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### Course: AP®︎ Calculus BC (2017 edition)>Unit 9

Lesson 4: Indefinite integrals of sin(x), cos(x), eˣ, and 1/x

# Indefinite integrals of sin(x), cos(x), and eˣ

∫sin(x)dx=-cos(x)+C, ∫cos(x)dx=sin(x)+C, and ∫eˣdx=eˣ+C. Learn why this is so and see worked examples. Created by Sal Khan.

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• It might be a silly question, but, I don't have to put a constant to each operation?

I saw that he correct himself in the video, but, he put just one constant for two operations, or that C is something like A + B ( the A for the sinx anti-derivative and the B for the cosx anti-derivative) ?

You could add a constant on each term, but since they're arbitrary, they can all be added together into a single, arbitrary constant.
• It's actually in the next video, the Antiderivative of x^-1.
• at you said always remember about constant "c",its important . why it is?
• Consider `∫ 1/2x dx`, without using the constant integration.

Method 1
`∫ 1/2x dx`
`= 0.5 ∫ 1/x dx`
`= 0.5 ln(x)` ...(1)

Method 2
Let `u = 2x => du/dx = 2 => dx = du/2`
`∫ 1/2x dx`
`= ∫ 1/2u du`
`= 0.5 ∫ 1/u du`
`= 0.5 ln(u)`
`= 0.5 ln(2x)` ...(2)

From (1) we have `∫ 1/2x dx = 0.5 ln(x)`.
From (2) we have `∫ 1/2x dx = 0.5 ln(2x)`.

Conclusion: `x = 2x`?
Not quite.

Where did we go wrong? The `+C`.
The results can be explained by using a property of logarithms-
`ln(ab) = ln(a) + ln(b).`
So `0.5 ln(2x) = 0.5[ln(2) + ln(x)] = 0.5 ln(x) + 0.5 ln(2) = 0.5 ln(x) + C`.
This is why the `+C` is very important.
• what is difference between indefinite integral and definite integral?
• the indefinate integral isn't between two set values and the definate integral is
• why is it the natural log of the absolute value of a and not ln(a)?
• Due to the fact that the result of taking the ln of a negative value is undefined. The absolute value application allows negative values to be defined as well since it turns negative values into positive. In conclusion the absolute value application gives the anti-derivative the same domain as 1/x.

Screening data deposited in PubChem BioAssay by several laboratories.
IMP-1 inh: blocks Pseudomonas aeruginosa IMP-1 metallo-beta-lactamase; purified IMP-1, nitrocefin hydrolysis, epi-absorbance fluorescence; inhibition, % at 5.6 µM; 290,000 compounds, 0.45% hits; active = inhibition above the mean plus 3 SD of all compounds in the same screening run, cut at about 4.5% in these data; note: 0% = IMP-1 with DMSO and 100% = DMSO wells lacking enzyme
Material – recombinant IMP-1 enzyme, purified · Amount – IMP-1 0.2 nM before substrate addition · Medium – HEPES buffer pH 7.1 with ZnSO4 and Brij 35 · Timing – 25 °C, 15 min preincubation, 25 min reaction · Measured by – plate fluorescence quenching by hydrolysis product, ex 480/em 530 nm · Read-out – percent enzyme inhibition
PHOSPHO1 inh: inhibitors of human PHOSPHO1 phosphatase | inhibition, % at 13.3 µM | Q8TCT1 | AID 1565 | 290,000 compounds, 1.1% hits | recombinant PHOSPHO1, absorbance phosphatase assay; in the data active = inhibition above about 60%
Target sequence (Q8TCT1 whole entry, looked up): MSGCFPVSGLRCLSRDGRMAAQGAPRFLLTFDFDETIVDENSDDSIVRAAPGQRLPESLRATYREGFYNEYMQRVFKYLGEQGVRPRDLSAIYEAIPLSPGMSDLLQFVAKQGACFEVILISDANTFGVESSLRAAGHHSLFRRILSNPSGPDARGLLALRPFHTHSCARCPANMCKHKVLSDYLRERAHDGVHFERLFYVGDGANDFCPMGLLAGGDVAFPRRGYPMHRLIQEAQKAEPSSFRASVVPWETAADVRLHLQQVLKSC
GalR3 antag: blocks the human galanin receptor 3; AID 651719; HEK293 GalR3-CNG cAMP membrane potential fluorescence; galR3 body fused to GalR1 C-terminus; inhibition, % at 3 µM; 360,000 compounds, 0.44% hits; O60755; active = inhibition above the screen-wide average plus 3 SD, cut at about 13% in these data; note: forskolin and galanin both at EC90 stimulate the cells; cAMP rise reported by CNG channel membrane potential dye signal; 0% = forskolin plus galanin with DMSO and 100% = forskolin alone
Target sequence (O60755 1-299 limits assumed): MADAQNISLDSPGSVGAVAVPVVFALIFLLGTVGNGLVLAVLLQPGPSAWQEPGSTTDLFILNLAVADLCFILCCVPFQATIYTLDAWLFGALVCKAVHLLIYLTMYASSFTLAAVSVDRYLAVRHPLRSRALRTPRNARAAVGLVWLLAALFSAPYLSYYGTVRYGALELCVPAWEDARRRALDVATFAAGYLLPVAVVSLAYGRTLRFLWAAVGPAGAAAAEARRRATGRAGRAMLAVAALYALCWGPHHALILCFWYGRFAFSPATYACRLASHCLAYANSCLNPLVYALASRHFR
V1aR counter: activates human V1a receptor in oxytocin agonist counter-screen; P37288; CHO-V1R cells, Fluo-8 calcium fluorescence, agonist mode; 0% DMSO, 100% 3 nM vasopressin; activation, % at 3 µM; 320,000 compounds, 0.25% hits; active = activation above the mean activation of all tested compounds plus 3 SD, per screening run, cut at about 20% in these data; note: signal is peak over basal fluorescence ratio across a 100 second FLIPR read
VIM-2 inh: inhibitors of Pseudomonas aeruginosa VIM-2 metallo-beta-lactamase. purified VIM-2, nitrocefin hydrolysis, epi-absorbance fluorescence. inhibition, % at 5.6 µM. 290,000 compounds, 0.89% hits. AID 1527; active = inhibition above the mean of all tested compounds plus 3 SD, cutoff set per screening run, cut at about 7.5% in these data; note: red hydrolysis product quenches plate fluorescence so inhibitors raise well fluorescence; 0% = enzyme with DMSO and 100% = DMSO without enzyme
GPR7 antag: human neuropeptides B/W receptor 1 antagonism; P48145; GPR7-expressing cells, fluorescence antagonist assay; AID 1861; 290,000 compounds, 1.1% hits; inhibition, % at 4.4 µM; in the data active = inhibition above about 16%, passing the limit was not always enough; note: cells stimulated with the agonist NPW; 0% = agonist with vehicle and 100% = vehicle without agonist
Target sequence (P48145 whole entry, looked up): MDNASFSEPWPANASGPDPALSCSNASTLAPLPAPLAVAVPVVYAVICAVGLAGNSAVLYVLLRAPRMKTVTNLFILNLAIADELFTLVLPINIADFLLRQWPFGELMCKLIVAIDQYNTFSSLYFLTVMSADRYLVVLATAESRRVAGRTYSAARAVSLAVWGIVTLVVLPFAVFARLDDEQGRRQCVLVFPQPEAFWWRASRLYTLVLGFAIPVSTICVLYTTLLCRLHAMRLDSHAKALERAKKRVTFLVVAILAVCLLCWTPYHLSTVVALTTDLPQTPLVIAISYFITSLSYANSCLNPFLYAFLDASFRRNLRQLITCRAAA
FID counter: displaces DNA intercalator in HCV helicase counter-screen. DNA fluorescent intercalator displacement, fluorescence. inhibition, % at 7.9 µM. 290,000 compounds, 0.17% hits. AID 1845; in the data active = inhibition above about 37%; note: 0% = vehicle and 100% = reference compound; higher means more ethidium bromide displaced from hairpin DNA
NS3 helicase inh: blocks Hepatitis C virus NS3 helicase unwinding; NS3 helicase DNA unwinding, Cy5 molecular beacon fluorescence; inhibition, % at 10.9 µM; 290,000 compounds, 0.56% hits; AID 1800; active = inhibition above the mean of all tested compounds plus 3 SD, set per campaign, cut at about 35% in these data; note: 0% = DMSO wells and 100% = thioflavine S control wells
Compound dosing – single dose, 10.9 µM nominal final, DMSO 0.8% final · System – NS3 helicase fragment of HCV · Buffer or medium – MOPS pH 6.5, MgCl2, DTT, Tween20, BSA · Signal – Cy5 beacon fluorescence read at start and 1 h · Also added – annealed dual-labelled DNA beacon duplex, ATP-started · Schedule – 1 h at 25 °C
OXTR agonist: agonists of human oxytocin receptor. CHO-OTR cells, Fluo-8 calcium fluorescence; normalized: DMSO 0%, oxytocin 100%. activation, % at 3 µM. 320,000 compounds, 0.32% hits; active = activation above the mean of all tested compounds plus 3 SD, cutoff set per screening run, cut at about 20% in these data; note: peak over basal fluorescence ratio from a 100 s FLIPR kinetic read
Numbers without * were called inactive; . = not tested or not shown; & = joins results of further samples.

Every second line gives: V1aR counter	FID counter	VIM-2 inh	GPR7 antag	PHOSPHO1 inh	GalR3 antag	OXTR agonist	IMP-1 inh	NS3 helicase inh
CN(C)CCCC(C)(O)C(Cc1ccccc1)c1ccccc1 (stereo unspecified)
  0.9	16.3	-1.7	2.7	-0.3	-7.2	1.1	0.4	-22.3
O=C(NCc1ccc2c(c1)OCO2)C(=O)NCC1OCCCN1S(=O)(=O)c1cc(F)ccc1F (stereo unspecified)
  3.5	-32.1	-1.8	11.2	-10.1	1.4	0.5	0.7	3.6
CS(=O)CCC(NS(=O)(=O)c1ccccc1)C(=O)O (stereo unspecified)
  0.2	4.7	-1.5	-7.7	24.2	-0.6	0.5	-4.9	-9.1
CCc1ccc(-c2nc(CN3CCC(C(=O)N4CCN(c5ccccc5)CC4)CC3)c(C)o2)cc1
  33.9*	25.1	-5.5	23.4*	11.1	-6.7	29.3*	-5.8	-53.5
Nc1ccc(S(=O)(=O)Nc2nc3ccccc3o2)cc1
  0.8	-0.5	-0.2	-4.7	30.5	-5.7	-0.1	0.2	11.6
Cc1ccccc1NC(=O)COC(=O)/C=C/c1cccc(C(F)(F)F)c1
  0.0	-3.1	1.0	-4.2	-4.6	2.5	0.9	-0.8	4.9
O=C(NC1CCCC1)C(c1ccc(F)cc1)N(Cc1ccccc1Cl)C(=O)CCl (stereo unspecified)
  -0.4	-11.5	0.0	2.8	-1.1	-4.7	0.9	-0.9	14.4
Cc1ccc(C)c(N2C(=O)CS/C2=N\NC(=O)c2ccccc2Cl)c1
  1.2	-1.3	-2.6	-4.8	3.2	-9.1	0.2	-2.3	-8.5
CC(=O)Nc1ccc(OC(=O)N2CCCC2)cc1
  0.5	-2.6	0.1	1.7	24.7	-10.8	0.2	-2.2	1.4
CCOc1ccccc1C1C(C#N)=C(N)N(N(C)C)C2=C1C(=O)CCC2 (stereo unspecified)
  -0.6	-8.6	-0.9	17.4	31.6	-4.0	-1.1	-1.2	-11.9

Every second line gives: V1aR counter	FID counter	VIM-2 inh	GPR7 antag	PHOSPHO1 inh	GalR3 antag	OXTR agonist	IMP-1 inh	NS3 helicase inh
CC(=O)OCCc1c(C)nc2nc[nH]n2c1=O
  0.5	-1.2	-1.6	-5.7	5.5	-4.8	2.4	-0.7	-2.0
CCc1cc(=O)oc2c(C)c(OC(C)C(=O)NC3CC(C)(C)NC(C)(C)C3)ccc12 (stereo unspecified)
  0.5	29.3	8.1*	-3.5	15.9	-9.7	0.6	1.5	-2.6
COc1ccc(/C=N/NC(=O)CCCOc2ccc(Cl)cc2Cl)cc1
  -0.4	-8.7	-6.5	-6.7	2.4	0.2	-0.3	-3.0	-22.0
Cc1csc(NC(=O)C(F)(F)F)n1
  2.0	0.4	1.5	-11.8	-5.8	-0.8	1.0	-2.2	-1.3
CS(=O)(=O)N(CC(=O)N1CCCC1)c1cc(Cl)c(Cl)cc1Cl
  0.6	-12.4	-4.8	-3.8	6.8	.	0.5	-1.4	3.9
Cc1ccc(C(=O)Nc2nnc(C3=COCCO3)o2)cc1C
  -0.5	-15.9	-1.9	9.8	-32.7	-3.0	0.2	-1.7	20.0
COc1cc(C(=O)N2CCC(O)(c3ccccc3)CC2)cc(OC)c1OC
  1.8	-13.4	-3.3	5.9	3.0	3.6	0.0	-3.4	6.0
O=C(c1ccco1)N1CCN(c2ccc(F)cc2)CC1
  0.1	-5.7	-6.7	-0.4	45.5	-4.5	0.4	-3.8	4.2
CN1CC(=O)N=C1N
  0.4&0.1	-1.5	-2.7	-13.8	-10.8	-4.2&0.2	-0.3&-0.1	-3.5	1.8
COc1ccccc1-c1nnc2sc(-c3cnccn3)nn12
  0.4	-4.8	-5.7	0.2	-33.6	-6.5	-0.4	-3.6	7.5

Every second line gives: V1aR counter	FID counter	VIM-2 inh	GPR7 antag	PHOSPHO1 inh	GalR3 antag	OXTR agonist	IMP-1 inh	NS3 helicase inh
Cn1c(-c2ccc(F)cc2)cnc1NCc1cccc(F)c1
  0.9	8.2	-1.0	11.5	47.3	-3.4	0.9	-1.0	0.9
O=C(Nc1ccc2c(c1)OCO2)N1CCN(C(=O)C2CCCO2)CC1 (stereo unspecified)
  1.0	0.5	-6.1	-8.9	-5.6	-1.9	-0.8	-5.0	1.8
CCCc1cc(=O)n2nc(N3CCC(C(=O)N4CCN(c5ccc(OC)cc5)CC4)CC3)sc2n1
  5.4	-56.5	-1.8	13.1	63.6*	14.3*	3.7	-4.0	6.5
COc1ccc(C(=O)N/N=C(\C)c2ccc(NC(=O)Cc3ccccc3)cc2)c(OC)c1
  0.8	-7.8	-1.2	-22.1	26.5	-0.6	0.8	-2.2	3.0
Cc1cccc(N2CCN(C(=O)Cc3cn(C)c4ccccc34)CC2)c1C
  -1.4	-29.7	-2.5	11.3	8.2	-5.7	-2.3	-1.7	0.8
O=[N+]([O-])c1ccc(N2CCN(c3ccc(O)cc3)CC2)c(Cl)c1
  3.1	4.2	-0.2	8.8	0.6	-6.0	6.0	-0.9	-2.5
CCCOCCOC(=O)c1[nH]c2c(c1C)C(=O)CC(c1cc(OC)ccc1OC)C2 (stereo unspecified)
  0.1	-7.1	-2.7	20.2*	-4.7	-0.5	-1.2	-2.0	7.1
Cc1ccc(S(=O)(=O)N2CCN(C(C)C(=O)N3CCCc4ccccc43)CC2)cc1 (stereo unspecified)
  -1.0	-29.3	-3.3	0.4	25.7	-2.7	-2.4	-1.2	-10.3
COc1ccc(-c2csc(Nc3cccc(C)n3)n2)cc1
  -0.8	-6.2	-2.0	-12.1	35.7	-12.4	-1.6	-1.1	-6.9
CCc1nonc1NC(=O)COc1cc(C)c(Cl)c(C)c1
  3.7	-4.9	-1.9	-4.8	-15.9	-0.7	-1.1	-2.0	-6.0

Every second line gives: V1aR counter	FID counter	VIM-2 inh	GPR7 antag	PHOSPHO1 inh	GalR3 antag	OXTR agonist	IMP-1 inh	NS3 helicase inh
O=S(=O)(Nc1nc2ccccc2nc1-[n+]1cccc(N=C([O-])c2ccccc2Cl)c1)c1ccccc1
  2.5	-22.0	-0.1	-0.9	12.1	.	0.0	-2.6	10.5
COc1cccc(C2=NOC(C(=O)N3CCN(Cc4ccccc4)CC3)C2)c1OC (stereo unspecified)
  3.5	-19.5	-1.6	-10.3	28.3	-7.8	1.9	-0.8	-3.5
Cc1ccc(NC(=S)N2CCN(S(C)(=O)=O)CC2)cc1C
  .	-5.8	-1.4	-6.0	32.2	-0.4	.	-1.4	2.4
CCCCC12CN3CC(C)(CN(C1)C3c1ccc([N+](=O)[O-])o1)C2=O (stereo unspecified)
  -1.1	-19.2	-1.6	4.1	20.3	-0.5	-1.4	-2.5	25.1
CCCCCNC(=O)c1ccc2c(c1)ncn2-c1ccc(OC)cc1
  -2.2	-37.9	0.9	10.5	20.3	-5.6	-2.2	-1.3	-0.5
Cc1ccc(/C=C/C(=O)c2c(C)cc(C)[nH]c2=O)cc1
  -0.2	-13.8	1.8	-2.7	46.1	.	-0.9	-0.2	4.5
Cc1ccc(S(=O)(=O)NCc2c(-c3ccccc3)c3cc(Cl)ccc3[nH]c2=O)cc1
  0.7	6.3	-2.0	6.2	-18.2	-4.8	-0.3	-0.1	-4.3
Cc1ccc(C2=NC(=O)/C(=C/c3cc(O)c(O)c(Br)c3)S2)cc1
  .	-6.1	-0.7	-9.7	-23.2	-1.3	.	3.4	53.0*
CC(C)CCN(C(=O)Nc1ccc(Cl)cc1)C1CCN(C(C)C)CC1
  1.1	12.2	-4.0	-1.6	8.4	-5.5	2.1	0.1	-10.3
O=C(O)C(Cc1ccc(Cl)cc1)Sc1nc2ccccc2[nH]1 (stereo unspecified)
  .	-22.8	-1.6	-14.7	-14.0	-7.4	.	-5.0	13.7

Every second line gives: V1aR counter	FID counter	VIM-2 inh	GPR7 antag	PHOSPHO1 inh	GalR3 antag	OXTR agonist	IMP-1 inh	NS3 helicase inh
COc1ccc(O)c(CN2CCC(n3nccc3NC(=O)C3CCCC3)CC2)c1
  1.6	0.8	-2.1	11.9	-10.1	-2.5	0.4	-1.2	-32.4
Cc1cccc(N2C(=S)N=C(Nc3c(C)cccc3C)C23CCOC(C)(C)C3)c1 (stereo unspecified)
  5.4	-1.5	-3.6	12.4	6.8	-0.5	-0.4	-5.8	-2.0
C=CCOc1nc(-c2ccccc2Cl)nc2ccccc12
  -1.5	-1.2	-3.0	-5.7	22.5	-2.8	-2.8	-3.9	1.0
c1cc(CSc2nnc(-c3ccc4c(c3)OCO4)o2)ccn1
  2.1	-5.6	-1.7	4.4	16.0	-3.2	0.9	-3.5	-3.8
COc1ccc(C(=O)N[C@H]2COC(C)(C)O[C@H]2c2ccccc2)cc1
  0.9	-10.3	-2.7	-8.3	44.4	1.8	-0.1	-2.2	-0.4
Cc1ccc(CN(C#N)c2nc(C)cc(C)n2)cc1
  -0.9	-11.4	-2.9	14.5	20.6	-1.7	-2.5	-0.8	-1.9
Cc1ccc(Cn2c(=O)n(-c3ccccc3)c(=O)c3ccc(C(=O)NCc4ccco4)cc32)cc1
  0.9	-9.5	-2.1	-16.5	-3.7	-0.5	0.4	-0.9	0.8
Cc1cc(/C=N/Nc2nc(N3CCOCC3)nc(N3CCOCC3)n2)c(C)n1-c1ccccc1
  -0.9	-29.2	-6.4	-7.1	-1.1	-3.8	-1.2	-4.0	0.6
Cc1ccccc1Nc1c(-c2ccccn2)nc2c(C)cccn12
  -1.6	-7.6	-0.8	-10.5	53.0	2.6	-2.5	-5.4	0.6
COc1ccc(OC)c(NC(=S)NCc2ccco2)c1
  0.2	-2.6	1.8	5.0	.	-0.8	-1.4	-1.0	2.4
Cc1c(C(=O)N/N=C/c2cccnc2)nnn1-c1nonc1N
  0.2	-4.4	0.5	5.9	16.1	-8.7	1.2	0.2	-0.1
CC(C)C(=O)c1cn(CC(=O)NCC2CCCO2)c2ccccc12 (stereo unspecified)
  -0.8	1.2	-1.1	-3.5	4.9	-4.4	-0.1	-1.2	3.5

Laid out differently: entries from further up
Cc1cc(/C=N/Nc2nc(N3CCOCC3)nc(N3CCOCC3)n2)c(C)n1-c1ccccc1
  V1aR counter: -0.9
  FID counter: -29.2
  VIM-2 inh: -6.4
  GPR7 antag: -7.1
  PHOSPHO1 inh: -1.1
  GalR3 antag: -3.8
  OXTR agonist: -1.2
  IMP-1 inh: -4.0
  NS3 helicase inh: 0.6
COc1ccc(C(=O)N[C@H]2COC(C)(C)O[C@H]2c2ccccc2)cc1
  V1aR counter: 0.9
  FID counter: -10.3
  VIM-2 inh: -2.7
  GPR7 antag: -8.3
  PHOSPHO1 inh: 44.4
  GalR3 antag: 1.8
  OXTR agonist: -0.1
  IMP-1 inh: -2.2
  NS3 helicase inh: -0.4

• What is e? It always pops up in the mathematical world, but I can never figure out what it is. Has Khan made any videos on it?
• It actually pops up all over the natural world. It's a somewhat mysterious constant called Euler's number (~ 2.718). It's also the implicit base for natural logarithm (Ln) and useful due to its properties. Yes, Khan made videos on it, look for compound interest and e.
• isn't the derivative of sin(t) = -cos(t)?
• The anti-derivative of sin(t) is -cos(t) but the derivative of sin(t) is cos(t)
• What is the antiderivative of e^(4x)? None of sal's examples for antiderivatives include chain rule stuff. I read everywhere that the antiderivative of e^(4x) is e^(4x)/4. It makes sense, because if you asked me to find the derivative of e^(4x)/4, I would do the chain rule by multiplying that by 4 (which is the derivative of 4x), which would give me 4e^(4x)/4, equaling the original e^(4x). But I don't understand how to get back there with the antiderivative.
• Life advice : Always remember the constant!!
• huh yeah. that can come back and sting u if u forget it
• It is not; adding any constant to `-cos` furnishes yet another antiderivative of `sin`. There are in fact infinitely many functions whose derivative is `sin`.
To prove that two antiderivatives of a function may only differ by a constant, follow this outline: suppose a function `ƒ` has antiderivatives `F` and `G`. Define a function `H` by `H = F - G`. Conclude that `H' = 0`, so that `H` is a constant; `F - G = C` holds for some constant `C`. Thus `F = G + C`. It is not hard to make this "proof" rigorous, and I suggest you do so.
(Note: when we conclude from the fact that `H'` is zero that `H` is constant, we actually use the mean value theorem.)